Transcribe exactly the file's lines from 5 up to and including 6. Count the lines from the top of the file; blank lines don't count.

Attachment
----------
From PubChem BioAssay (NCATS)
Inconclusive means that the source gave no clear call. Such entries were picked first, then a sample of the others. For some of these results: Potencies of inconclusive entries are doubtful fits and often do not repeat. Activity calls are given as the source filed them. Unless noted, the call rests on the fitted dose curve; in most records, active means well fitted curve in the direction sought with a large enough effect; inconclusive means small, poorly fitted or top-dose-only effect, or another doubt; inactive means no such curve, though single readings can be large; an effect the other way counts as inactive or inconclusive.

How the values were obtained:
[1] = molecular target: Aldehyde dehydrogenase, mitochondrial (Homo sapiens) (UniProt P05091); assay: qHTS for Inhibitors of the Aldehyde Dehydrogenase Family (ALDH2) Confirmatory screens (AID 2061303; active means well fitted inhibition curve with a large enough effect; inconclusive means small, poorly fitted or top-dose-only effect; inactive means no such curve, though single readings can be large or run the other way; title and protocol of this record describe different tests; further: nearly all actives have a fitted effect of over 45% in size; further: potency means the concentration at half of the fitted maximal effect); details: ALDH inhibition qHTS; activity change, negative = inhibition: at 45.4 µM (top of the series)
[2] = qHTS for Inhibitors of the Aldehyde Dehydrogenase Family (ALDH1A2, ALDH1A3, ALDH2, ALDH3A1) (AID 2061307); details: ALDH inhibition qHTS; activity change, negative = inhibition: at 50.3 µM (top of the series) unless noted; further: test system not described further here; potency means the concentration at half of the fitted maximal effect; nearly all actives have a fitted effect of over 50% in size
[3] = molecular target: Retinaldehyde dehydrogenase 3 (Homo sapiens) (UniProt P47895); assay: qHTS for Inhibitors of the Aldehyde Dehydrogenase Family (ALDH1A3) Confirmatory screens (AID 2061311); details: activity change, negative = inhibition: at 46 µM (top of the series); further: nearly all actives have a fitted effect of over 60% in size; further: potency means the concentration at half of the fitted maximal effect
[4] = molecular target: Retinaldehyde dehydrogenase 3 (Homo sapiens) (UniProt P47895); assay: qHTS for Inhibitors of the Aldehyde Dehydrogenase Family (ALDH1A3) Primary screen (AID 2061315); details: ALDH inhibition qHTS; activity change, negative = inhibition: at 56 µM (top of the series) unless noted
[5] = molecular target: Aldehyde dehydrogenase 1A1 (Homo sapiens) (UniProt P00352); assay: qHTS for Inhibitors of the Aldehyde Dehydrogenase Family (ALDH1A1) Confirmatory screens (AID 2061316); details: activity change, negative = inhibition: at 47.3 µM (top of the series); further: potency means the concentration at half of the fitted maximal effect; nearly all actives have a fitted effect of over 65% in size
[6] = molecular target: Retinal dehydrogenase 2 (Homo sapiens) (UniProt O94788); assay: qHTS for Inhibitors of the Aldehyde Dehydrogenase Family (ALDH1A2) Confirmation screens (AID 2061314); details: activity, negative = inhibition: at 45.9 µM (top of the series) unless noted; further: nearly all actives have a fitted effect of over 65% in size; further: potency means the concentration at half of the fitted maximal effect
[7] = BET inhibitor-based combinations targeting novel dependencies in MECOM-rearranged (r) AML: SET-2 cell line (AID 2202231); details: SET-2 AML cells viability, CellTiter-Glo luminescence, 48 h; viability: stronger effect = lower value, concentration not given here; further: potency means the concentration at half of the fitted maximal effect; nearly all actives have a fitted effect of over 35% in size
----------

[2] = qHTS for Inhibitors of the Aldehyde Dehydrogenase Family (ALDH1A2, ALDH1A3, ALDH2, ALDH3A1) (AID 2061307); details: ALDH inhibition qHTS; activity change, negative = inhibition: at 50.3 µM (top of the series) unless noted; further: test system not described further here; potency means the concentration at half of the fitted maximal effect; nearly all actives have a fitted effect of over 50% in size
[3] = molecular target: Retinaldehyde dehydrogenase 3 (Homo sapiens) (UniProt P47895); assay: qHTS for Inhibitors of the Aldehyde Dehydrogenase Family (ALDH1A3) Confirmatory screens (AID 2061311); details: activity change, negative = inhibition: at 46 µM (top of the series); further: nearly all actives have a fitted effect of over 60% in size; further: potency means the concentration at half of the fitted maximal effect